13 February 2020

The synagogues of Cork: 2,
Cork Hebrew Congregation,
South Terrace Synagogue

Cork Hebrew Congregation’s synagogue on South Terrace closed in 2016 (Photograph: Patrick Comerford, 2020)

Patrick Comerford

The first Jewish community in Cork, was a relatively small community of Sephardi Jews from Portugal in mid-18th century. These Jews probably did not have a synagogue, although they had their own Jewish burial ground.

But the cemetery had closed by 1788, and this community appears to have died out by the early 19th century after a short while as a result of intermarriage.

Later, an Ashkenazi Jewish community was established in the late 19th century, which founded the Cork Hebrew Congregation in 1881. At first, the community prayed in a small room in Eastville and then rented a room in Marlboro Street in Cork city centre in 1884, before opening a synagogue at South Terrace.

Marlboro Street, Cork … the Ashkenazi Jewish community prayed in a rented a room in Marlboro Street in 1884 before opening a synagogue on South Terrace (Photograph: Patrick Comerford, 2020)

By contrast with the previous Sephardic community, the members of this community, were Ashkenazi, coming from Yakmyan and similar towns near Kovno in what is now Lithuania.

Of course, it is very unlikely that Cork was the intended destination of these Eastern European émigrés. They had fled pogroms in the Tsarist empire, and many of them were also very religious. The explanations offered include stories about an unscrupulous ship’s captain who advised the Jews to disembark and row to America to save money. Another says the Yiddish-speaking Jews confused Cork for New York.

They disembarked at Queenstown, now Cobh, and from there they made their way into Cork City, where they settled in an area known as Hibernian Buildings, in the City Centre, soon to local people as ‘Jewtown.’

This initial group of Jews worked mostly as peddlers, selling door-to-door. These peddlers were known to each other as the vicklemenvickle means ‘weekly’ in Yiddish, and their door-to-door rounds took a week each. They would travel around Cork City and its hinterland knocking on doors and selling various to the local communities.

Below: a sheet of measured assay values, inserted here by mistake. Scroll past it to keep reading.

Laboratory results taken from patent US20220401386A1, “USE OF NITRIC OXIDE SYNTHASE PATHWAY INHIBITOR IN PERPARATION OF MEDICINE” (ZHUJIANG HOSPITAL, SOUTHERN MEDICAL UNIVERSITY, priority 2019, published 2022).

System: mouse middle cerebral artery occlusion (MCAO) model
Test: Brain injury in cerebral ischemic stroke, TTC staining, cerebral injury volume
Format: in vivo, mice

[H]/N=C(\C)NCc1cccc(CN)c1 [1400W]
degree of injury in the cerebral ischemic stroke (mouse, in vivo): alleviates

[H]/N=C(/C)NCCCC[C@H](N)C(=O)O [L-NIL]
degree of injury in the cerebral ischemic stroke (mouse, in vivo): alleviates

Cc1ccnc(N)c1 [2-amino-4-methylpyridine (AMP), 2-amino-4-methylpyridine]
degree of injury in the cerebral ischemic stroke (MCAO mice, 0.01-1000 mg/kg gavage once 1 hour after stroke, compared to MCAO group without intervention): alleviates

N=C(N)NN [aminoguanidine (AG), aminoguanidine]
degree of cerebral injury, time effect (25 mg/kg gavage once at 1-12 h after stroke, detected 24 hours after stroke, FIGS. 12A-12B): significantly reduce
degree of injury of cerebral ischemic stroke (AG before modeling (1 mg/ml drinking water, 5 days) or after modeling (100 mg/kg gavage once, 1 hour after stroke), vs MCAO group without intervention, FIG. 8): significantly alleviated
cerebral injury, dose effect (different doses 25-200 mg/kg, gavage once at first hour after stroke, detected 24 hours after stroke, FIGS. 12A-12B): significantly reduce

These first arrivals were soon joined by family members when they heard that Cork was a tolerant city and the people were friendly.

The congregation was formed in 1881, with Isaac Epstein, formerly of Dublin, as the first president, and Meyer Elyan or Ilion (1844-1928) from Lithuania as the first shochet, reader and mohel, and was known as Cork Hebrew Congregation. At first, the community prayed in a small room in Eastville and then rented a room in Marlboro Street in Cork city centre in 1884, before renting premises at South Terrace.

The Revd Joseph E Myers, from Ramsgate in Kent, who had already served congregations in New Zealand, Australia and England, was appointed minister in 1890. A divided community put is divisions aside and a new united synagogue was set up in South Terrace in 1895, when the Chief Rabbi, Dr Nathan Adler, visited Cork.

The synagogue on South Terrace was designed by the Cork-born architect Arthur Hill (Photograph: Patrick Comerford, 2020)

The synagogue at 9 and 10 South Terrace faced the threat of closure in 1903 when the Provincial Bank called in the mortgage. But Lord Swaythling, better known as the Jewish philanthropist Samuel Montagu (1832-1911), stepped in and cleared the debt personally.

A new synagogue was built on South Terrace in 1913-1915. The foundation stone was laid on 2 February 1913 by Mr DJ Cohen, vice-president and treasurer of the Hebrew Congregation, Dublin, and it was reported that the ‘new synagogue when finished will be the third in Ireland.’ The contractor was William L Kelleher of Drinan Street, Cork.

The new synagogue on South Terrace was designed by the Cork-born architect Arthur Hill (1846-1921) and was opened on 26 March 1915.

The synagogue was a small, two-storey building with a flat front marked by a triple-arched, ground-floor doorway and narrow upper windows flanking a half-moon central window over the entrance.

Arthur Hill was the son of the architect Henry Hill and a member of a well-known Cork architectural dynasty. He studied at the Cork School and Queen’s College, Cork, before going to London, where he worked in the office of Thomas Henry Wyatt and attended the Royal Academy Schools, the West London School of Art, the Architectural Association and University College.